Bring a scarf/face mask and maybe a pair of cheap alpine style sun glasses as the winds and sand can be quite an obstacle when you're walking through the Kali Gandaki from Kagbeni towards Jomsom.
Oh and lastly, Lonely Planet is your friend and Yak cheese is devine.
Just my 2 Nepali RupeesAug 6, 2008 at 11:31 am #1445974
lol! I am drowning in the abundance of info! Amazing community!
That Zebralight is so tiny! I hope to find it in the shops here. Or at least something that resembles it. I wasn't even aware they were making such small headlamps! I must be getting old ;)
Lonely Planet is ready. It's shopping time I guess. I looove shopping :DAug 6, 2008 at 5:55 pm #1446022
One other thing… are you aware of the roadworks that are in progress on the Annapurna Circuit? The trail is gradually being eaten up by road unfortunately, particularly on the western side of the thorung la. It is still a beautiful trek, apparently, so don't let me put you off. But better to be aware of it before you go. If you google annapurna roadworks you'll find some more info about where the building is happening.
Also, I *highly* recommend getting the book Trekking in the Annapurna Region by Bryn Thomas. The trailblazer guides are excellent, and the one I used in the Everest region was much better than the Lonely Planet version (I read both). Because it is focused on a single region (rather than the whole of Nepal) you get much more detailed information. Check it out!
ps. If you think the zebralight H50 is too "floody", they have a new AA version of the H30 coming out with a tighter beam spread (called the H501). Not sure when, but it is expected some time this month or next. All the zebralights seem to have been getting rave reviews on the various flashlight forums around the webAug 6, 2008 at 6:02 pm #1446025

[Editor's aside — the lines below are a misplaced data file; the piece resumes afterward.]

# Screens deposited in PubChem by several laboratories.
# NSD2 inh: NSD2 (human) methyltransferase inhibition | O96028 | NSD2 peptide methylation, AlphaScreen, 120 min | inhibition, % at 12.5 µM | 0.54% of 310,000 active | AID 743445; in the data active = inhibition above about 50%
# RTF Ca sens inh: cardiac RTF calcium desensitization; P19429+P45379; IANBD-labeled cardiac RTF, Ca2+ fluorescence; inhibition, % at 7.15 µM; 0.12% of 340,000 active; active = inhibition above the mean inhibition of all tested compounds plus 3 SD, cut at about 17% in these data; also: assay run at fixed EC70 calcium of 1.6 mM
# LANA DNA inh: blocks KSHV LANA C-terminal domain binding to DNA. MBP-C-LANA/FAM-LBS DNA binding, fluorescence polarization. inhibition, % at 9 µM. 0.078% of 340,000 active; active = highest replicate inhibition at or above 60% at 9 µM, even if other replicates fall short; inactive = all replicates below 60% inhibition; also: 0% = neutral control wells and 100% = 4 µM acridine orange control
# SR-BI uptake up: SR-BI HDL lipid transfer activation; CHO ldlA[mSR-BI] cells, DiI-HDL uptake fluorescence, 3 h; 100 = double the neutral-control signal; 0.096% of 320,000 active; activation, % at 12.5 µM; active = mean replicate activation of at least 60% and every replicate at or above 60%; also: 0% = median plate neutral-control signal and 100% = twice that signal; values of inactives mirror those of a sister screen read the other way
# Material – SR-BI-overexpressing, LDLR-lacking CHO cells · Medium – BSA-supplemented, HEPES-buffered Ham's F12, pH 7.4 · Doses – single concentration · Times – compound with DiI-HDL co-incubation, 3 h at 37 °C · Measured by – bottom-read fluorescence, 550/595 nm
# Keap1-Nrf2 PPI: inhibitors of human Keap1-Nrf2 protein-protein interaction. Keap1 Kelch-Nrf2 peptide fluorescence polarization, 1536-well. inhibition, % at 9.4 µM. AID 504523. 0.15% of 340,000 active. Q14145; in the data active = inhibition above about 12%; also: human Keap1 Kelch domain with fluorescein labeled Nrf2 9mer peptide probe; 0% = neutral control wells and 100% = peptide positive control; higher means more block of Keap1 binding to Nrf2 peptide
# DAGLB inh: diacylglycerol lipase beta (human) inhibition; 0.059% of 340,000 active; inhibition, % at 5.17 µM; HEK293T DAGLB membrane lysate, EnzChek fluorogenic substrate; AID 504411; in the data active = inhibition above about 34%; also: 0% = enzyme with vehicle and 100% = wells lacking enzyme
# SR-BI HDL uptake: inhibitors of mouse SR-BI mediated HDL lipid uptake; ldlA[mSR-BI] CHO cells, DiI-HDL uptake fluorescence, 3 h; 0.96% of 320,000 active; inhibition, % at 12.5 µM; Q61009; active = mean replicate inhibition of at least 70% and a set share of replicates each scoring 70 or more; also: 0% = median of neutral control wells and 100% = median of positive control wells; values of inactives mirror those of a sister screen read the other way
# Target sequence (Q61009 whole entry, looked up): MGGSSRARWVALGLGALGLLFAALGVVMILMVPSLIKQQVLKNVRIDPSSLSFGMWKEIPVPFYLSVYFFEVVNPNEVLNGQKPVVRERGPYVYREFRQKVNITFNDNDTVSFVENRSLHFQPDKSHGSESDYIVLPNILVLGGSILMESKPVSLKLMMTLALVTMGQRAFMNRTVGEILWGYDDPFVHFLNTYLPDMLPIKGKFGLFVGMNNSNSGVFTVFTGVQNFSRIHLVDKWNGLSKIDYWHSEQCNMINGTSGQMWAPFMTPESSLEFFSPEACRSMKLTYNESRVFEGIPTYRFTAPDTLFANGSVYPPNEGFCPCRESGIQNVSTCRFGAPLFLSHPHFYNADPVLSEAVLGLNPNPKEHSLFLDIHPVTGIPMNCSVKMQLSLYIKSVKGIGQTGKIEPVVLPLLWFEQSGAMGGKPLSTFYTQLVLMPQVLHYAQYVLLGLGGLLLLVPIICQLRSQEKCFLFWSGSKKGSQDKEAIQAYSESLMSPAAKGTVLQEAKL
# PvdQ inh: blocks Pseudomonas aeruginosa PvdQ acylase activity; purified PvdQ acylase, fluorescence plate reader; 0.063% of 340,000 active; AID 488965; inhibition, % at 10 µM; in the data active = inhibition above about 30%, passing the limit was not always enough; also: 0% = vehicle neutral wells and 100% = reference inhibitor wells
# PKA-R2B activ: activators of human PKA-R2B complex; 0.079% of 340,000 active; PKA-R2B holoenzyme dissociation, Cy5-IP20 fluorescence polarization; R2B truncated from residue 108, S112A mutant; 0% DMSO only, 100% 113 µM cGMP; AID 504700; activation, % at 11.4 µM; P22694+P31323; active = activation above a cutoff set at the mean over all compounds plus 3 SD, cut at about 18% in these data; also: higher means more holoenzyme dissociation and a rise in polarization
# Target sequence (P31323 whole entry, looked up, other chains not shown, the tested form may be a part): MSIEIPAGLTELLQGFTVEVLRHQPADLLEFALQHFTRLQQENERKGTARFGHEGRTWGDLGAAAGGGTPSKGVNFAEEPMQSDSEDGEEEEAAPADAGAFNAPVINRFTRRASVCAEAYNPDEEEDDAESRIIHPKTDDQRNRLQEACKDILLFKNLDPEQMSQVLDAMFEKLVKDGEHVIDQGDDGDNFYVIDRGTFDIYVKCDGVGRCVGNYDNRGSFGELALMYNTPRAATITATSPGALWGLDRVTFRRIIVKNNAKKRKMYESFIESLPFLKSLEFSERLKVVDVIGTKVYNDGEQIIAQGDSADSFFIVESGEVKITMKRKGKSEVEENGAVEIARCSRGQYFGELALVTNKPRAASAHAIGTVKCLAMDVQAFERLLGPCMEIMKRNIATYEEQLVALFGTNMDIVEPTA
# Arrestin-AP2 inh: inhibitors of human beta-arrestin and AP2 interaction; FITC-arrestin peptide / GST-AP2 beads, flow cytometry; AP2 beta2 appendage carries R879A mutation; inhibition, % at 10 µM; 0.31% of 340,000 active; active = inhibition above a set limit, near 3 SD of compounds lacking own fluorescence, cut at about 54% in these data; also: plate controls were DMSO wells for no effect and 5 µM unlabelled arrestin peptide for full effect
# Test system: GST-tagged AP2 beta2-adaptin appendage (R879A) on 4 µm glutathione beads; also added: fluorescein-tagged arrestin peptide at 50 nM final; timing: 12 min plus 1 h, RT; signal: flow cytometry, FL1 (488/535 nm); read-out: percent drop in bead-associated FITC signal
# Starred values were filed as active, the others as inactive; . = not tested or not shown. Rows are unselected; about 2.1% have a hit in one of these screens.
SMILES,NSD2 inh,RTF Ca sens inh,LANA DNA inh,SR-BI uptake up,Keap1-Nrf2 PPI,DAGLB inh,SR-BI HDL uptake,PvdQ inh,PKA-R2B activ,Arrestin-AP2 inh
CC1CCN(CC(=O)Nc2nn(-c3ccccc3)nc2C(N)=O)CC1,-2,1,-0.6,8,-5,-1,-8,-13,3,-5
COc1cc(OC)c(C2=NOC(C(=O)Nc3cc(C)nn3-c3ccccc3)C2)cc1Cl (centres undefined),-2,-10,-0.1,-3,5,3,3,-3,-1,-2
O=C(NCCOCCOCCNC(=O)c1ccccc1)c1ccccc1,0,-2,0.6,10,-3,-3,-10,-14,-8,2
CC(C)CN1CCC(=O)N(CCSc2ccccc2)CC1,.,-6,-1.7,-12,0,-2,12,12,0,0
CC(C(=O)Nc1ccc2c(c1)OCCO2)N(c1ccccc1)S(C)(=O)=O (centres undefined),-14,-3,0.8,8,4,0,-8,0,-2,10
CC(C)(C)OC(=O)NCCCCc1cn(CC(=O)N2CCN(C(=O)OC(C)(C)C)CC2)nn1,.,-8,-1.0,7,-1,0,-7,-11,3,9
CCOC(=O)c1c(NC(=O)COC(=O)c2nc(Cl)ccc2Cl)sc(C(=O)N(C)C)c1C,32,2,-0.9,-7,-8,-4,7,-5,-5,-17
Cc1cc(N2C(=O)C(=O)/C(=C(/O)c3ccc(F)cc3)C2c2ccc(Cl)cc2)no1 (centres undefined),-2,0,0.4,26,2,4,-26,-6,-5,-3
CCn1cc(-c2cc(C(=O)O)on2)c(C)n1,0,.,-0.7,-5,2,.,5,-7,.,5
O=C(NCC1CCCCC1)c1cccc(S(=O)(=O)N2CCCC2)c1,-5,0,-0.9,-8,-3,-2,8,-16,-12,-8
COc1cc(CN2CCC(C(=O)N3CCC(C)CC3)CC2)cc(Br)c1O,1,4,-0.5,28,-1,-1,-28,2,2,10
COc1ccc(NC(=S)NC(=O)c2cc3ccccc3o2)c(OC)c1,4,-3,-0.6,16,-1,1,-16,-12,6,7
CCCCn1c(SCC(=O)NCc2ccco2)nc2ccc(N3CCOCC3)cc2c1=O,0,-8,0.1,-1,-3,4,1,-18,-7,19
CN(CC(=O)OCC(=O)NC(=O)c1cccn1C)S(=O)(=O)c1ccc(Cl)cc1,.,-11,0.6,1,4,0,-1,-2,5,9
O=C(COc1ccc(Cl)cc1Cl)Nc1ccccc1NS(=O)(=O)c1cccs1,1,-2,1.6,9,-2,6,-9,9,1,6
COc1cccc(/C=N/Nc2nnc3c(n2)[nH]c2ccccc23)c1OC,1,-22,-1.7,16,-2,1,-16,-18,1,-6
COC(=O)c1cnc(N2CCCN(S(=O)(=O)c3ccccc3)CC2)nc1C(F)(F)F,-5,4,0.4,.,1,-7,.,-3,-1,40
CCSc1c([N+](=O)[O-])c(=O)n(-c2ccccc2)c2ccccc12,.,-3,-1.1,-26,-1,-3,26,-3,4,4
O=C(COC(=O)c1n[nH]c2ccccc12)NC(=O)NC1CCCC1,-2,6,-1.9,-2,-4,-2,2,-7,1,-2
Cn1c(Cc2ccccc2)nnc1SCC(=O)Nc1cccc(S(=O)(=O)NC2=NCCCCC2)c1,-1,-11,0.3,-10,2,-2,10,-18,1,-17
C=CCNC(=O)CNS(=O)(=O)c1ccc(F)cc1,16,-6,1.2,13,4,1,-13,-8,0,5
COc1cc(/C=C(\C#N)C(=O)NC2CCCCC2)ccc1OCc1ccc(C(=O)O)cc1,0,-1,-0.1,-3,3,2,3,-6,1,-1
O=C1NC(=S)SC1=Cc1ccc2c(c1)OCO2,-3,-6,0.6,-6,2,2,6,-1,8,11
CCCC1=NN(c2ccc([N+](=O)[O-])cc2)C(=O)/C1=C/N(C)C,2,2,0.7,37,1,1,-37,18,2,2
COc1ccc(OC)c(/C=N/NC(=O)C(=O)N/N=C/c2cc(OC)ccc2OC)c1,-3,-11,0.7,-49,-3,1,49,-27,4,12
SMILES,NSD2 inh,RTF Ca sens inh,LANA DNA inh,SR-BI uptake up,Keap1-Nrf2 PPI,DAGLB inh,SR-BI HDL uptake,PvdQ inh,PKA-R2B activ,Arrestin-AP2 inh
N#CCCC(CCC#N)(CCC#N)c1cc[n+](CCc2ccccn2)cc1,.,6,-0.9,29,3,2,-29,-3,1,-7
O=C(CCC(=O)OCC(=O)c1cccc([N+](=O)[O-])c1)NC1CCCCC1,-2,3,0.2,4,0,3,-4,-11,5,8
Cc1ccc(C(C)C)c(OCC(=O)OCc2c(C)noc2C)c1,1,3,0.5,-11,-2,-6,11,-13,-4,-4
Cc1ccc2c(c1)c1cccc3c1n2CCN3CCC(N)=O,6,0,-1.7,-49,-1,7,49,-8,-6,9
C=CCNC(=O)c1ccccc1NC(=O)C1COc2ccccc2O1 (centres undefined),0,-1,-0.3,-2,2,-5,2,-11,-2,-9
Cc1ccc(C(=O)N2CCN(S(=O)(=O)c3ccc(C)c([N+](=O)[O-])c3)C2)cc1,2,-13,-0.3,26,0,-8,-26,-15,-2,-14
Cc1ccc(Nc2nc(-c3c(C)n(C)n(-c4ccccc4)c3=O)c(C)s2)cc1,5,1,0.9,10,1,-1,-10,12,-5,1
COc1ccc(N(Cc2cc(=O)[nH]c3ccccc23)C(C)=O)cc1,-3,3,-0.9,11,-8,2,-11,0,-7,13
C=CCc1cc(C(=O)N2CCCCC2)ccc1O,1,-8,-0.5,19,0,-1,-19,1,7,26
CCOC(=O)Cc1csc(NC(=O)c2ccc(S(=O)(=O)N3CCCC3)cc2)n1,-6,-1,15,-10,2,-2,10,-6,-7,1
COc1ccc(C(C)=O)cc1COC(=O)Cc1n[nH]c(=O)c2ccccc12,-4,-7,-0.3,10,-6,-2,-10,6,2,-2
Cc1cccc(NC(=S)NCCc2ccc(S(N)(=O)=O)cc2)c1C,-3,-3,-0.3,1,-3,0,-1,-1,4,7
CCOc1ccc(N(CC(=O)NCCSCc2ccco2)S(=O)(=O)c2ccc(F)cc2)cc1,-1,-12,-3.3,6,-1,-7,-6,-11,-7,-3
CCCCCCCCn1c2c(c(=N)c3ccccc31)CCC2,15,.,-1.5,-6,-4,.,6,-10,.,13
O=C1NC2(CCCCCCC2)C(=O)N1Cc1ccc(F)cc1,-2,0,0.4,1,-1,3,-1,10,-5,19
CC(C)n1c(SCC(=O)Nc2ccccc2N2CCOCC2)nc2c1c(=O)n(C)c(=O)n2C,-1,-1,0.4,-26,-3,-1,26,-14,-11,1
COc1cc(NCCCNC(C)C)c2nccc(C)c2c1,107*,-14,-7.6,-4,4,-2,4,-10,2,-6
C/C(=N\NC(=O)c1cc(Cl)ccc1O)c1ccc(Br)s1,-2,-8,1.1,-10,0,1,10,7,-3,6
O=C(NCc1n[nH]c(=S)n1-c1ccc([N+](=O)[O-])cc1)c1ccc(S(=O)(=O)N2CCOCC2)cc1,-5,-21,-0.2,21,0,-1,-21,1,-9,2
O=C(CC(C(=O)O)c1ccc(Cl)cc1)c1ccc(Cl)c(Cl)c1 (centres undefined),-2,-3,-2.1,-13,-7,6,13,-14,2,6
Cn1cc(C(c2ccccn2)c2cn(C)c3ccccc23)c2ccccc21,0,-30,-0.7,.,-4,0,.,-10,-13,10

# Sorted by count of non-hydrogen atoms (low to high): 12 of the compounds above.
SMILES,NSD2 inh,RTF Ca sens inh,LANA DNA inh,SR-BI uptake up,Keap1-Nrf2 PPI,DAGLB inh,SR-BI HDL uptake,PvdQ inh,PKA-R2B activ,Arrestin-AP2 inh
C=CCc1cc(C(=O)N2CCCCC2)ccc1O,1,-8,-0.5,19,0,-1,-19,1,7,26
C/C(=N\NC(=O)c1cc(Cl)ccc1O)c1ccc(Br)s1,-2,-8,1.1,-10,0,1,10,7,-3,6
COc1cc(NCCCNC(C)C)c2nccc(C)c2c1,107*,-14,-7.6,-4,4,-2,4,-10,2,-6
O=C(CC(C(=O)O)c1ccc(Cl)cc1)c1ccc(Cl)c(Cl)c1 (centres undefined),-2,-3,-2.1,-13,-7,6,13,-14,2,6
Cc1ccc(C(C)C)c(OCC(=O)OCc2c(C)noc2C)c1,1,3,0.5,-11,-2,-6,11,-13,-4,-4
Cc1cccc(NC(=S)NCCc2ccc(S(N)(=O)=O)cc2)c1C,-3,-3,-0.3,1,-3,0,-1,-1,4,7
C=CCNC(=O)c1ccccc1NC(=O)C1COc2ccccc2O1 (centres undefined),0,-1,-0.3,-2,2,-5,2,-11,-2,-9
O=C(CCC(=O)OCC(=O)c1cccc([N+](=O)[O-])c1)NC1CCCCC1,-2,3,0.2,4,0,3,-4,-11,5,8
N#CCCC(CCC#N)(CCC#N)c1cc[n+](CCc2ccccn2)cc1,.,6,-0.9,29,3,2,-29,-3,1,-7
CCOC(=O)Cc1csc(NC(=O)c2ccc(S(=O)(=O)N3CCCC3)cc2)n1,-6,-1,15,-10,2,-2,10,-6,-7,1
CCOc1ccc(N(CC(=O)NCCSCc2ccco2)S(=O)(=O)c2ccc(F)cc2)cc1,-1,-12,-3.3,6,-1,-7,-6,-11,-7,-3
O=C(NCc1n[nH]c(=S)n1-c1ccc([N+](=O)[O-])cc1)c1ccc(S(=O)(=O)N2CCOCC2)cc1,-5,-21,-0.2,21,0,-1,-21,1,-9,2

> lol! I am drowning in the abundance of info! Amazing community!
Yes, it is a fabulous community. I joined earlier this year, and have had a great experience and received lots of great advice. So it is my pleasure to help out with info where and when I can. Hopefully you'll stick around, benefit from what there is to learn here, and help to pass on useful tidbits of information yourself. Be warned though, this site and UL gear is addictive!!Aug 6, 2008 at 7:58 pm #1446052
@rajnag21Locale: Currently NY
There's an Indian site that talks about this trek.Here's a thread.
I agree with all the excellent advice already provided.Get only the gear you really need. If it's a one off thing and you need anything annapurna specific just get it for cheap in kathmandu.Aug 6, 2008 at 11:55 pm #1446078
Franco DarioliBPL Member
Warning : I try to plan for the worst…*
I was there last October. The first 5 days we had very heavy rain (yes, unseasonal but just as cold and wet) so I was glad that I had a waterproof (not water resistant) jacket and pants. I did not even try to keep my boots ( more like running shoes) dry, but changed into my aqua shoes (non branded) a clean pair of socks and a fashionable bread bag over them at camp. ( I had a few with me)
The next few days the rain was sporadic but still more than a Pertex or Epic jacket could take.
Both in Katmandu and Pokhara it is almost impossible to find any genuine gear, IE most is fake North Face and the like, cheap and (in my view) dangerous rubbish.
The brief version is that I had a lot more fun than some of my more than 20 years younger and "fitter" companions. My sleeping bag ( WM Ultralite) mat (Exped 7, you don't need that in the lodges…) and decent weathergear made the difference.
Three of my mates bought trekking poles there, 4 out of the six broke within a few days. They paid about $10 for them. MY Black Diamond were just fine.